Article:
Cult to dual deity Tlaltecuhtli (lord/lady) among Mexica people was restricted to priesthood, as pointed out by archaeologist Eduardo Matos Moctezuma, who remarked that despite the great impact it had in Aztec worldview, as birth and life giver, there is no temple known to present devoted exclusively to Tlaltecuhtli.
During his participation in the conference series Gods in Codices organized by the National Institute of Anthropology and History
(INAH), Matos Moctezuma remarked that according to sources, there is no register of Tlaltecuhtli festivities in Aztec calendar, although it is considered one of the most important deities of Mexica pantheon.
For what is known through codices, the cult to this deity was reserved to priests who were in charge of presenting the offerings.
The INAH emeritus professor commented that at present there are more than 40 Tlaltecuhtli representations, outstanding the zoomorphic, feminine one, with her mouth open, showing her fangs; the joints present a skull mask, she has claws, and her legs are open. Her main function was to devour corpses.
Tlaltecuhtli devoured and then gave birth to them through her womb, wherever their destiny pointed out. The deity had the dual function of consuming and giving birth to earthly beings. She had a great impact in Mexica society, awakening fear and respect as Kali in India declared Matos Moctezuma.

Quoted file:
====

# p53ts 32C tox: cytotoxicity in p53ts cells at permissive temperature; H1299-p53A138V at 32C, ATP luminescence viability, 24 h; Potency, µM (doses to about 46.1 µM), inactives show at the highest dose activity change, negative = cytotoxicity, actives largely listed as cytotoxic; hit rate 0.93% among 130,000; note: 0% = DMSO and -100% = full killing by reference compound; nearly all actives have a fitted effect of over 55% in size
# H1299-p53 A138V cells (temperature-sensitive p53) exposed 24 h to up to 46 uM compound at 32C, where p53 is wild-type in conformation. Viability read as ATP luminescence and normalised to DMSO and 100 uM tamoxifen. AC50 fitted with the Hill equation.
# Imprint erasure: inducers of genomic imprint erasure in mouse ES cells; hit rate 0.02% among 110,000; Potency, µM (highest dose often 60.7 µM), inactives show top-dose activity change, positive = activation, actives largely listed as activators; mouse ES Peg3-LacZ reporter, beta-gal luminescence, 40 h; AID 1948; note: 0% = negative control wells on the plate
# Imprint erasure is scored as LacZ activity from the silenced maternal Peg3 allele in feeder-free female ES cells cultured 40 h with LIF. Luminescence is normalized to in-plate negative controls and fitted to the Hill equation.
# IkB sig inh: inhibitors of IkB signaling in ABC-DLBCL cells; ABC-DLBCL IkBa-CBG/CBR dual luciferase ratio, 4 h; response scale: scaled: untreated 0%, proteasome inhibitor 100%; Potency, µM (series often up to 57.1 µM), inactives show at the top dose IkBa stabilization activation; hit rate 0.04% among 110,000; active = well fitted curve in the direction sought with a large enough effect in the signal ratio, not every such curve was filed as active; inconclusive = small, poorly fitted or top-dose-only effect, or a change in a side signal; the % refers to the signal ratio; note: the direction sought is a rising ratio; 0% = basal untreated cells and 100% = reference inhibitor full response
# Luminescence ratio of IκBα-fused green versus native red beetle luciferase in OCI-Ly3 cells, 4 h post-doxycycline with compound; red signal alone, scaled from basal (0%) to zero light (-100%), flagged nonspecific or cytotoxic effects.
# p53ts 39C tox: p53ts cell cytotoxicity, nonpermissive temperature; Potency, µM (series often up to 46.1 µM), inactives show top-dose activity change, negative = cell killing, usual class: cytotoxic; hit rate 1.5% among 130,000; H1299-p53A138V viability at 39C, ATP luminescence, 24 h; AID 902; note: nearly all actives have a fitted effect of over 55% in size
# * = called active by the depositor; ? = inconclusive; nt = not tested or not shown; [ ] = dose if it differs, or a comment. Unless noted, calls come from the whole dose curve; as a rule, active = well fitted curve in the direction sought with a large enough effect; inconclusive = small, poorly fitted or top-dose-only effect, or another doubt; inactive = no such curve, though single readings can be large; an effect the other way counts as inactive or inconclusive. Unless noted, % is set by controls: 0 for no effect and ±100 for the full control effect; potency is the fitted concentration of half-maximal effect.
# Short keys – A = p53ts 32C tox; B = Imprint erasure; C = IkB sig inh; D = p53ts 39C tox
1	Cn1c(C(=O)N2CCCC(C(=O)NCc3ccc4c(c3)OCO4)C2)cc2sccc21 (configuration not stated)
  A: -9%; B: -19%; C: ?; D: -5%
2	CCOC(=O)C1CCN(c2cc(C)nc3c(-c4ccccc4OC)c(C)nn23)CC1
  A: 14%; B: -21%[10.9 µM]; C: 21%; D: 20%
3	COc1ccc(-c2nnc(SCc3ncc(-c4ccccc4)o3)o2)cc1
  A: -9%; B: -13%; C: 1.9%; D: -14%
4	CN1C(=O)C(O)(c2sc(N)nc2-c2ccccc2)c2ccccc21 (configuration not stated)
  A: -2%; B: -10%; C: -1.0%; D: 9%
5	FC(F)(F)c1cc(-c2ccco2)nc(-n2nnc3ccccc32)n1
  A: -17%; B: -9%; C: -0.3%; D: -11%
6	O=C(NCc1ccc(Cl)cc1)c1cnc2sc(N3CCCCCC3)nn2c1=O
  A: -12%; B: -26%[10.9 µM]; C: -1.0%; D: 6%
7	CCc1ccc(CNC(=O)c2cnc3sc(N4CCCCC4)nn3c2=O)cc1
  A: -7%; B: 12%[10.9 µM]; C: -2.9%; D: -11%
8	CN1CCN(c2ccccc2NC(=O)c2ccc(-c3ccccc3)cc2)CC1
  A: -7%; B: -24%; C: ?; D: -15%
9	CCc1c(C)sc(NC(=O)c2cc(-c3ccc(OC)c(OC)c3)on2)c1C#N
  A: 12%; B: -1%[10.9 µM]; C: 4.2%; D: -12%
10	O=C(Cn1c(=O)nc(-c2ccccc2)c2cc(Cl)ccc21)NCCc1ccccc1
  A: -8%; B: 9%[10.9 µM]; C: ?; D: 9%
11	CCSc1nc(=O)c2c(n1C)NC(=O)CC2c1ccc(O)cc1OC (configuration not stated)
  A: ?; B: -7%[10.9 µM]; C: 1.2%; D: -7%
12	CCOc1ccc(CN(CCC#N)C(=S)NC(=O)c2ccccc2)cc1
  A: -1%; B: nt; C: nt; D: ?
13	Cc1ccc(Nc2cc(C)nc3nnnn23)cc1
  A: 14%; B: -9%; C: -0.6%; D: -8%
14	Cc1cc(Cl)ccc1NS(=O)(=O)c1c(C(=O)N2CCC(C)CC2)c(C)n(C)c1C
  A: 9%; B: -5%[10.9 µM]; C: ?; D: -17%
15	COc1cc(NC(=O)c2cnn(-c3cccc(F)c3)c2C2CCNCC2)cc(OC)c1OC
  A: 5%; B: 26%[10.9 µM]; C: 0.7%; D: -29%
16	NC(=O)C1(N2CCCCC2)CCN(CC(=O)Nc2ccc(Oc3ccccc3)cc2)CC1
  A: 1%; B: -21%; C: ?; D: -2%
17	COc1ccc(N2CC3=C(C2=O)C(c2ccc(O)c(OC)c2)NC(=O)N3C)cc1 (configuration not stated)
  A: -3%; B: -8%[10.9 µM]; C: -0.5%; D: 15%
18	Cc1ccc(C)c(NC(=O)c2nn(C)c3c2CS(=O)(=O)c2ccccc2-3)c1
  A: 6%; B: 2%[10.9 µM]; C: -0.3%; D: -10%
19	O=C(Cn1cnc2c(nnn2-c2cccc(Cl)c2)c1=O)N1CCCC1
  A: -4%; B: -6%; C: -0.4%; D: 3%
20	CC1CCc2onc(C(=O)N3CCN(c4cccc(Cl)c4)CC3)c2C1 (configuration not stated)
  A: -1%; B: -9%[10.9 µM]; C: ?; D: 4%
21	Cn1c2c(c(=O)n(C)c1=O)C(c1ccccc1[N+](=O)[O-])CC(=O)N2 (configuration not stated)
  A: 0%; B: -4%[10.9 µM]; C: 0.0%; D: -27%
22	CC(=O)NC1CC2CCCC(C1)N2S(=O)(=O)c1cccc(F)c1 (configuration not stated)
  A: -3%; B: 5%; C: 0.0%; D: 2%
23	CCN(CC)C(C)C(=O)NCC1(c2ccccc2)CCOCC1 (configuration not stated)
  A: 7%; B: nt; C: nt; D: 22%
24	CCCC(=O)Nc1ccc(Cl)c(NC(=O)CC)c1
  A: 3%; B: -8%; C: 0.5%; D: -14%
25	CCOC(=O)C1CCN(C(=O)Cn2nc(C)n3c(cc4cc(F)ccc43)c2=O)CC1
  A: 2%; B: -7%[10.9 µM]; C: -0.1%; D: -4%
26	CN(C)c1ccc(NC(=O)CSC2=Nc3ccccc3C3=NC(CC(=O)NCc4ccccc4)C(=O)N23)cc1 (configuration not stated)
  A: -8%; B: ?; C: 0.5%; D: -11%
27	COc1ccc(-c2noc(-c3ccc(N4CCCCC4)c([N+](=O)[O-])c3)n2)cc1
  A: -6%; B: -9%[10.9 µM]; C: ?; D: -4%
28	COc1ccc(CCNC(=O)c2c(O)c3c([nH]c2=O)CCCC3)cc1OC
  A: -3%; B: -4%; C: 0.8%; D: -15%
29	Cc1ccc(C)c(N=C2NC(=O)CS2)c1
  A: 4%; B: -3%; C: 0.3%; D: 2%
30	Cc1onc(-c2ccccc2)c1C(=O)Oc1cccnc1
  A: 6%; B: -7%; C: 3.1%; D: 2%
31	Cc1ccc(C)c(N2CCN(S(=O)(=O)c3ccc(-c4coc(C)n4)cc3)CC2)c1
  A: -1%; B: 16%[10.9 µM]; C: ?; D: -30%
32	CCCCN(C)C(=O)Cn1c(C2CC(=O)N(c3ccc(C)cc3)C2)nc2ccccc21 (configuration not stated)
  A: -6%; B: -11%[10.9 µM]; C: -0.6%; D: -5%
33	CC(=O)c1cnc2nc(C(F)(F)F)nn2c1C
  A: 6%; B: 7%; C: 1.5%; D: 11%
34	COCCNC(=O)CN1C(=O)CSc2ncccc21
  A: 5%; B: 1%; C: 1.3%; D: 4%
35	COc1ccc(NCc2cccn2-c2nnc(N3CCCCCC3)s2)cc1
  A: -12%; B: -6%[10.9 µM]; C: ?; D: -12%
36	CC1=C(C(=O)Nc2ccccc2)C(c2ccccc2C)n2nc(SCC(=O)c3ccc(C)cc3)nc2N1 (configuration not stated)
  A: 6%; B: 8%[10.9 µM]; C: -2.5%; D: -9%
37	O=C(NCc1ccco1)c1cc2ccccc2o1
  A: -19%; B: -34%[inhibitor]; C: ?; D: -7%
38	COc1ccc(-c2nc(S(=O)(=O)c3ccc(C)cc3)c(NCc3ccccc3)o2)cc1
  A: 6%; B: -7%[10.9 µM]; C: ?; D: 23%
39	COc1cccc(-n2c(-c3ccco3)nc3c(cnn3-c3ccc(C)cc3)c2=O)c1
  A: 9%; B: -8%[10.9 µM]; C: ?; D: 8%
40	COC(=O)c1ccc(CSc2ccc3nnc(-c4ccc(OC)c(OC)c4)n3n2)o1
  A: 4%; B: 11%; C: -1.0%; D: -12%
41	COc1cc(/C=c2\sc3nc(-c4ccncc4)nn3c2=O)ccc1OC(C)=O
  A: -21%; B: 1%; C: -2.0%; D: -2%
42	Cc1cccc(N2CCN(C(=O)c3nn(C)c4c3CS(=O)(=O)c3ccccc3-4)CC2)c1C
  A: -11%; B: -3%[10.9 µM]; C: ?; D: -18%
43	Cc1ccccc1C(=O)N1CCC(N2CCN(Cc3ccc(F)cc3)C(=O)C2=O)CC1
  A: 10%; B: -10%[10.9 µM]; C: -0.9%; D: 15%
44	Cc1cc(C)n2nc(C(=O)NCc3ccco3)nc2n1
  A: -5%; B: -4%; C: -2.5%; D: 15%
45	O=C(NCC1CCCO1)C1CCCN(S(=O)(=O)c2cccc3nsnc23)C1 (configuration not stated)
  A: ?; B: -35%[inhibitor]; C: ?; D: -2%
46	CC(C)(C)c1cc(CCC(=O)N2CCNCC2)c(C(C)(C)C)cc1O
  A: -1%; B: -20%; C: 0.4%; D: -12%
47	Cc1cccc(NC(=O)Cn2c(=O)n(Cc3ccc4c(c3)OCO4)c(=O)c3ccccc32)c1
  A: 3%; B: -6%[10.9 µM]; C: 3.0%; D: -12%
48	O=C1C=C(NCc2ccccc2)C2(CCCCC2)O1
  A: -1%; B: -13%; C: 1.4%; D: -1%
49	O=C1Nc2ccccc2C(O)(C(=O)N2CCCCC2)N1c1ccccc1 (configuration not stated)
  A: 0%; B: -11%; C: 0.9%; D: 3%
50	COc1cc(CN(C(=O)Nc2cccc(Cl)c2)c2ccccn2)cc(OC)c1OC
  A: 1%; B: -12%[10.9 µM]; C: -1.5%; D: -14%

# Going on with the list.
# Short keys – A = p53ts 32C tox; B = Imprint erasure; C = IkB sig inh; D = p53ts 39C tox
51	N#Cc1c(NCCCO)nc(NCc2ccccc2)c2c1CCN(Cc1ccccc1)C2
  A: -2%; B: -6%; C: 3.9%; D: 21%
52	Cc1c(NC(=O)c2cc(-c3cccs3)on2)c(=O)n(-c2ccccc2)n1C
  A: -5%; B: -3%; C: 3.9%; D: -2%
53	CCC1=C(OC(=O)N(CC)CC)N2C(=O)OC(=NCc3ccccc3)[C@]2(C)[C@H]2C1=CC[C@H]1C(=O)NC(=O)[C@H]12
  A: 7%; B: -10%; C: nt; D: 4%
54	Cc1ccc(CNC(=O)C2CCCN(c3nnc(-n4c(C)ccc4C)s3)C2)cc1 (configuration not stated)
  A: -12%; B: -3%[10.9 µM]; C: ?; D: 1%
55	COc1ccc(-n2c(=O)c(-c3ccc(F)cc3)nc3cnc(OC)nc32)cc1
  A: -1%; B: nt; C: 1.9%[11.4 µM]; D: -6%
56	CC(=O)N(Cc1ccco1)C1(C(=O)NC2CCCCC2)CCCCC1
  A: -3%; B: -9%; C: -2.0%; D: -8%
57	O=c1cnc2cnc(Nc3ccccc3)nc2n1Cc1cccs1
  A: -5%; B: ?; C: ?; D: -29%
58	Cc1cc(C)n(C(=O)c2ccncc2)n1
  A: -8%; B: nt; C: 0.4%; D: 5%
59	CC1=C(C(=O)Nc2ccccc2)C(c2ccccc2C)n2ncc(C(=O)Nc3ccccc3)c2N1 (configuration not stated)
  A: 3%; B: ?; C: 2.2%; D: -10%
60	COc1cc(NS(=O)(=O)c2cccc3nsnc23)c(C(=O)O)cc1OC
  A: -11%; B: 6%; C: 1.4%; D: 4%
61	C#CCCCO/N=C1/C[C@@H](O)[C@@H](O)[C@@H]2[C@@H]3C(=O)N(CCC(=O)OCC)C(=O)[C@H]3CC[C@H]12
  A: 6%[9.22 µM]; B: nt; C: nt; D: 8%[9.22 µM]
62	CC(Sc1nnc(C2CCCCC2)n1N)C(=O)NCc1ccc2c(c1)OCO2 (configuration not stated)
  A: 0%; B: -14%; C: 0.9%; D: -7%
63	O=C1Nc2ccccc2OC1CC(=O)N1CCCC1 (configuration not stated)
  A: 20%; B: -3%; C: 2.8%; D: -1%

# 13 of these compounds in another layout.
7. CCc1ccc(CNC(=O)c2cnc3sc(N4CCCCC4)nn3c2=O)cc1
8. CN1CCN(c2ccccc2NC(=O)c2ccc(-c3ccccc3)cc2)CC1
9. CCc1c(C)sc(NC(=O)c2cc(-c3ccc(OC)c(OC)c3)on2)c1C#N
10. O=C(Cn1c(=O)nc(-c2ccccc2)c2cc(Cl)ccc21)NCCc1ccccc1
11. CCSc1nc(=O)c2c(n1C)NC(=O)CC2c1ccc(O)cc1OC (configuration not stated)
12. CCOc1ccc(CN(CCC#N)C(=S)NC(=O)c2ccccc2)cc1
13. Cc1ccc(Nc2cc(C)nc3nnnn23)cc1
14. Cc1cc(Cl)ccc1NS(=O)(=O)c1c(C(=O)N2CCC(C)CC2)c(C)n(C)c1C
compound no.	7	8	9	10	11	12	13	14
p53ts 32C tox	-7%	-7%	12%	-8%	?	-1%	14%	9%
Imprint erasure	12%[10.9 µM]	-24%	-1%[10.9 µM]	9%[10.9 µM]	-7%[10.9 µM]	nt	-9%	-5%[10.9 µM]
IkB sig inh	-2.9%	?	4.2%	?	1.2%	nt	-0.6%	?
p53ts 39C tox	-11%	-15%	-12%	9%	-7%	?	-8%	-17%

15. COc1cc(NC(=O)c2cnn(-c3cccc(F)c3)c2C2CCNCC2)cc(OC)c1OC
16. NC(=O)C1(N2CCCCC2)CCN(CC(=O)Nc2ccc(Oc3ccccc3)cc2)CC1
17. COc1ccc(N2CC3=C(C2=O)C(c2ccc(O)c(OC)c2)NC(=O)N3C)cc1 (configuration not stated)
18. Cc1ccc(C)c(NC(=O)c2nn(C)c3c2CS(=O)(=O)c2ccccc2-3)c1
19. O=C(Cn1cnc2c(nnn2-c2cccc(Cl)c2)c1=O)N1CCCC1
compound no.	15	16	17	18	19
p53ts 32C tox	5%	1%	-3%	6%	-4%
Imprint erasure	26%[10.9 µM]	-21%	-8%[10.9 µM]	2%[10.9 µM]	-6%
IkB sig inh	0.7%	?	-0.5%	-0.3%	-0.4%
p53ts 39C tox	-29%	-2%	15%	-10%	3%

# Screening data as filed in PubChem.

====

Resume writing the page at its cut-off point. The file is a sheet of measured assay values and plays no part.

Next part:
Tlaltecuhtli is also represented as part of other Aztec deities; for instance, she appears on the inferior side of Coatlicue monumental sculpture exhibited at the National Museum of Anthropology, as well as on the bottom of the Chac Mool found in 1947 in Guatemala Street, Mexico City, he pointed out.
In other feminine representation, the most abundant, the dual deity shows her back, because she is essentially with her chest on the ground. In the masculine representations, the same iconographic elements appear but showing the front, mentioned the archaeologist.
At the conference series developed by the National Library of Anthropology and History (BNAH) the archaeology doctor pointed out that according to recent investigations, we now know that Tlaltecuhtli sculptures were deposited face up or upside down, when carved on great blocks; if represented on vessels, it occupied the inferior side, because it had to be facing the ground.
The Tlaltecuhtli monolithic sculpture found in front of Templo Mayor in October 2nd, 2006 is 4 meters high by 3.5, approximately 40 centimeters thick, and weights 12 tons. Its size allows perceiving the magnificent carving, outstanding the huge mouth from where a blood torrent exits, and a skin covering, concluded Matos Moctezuma.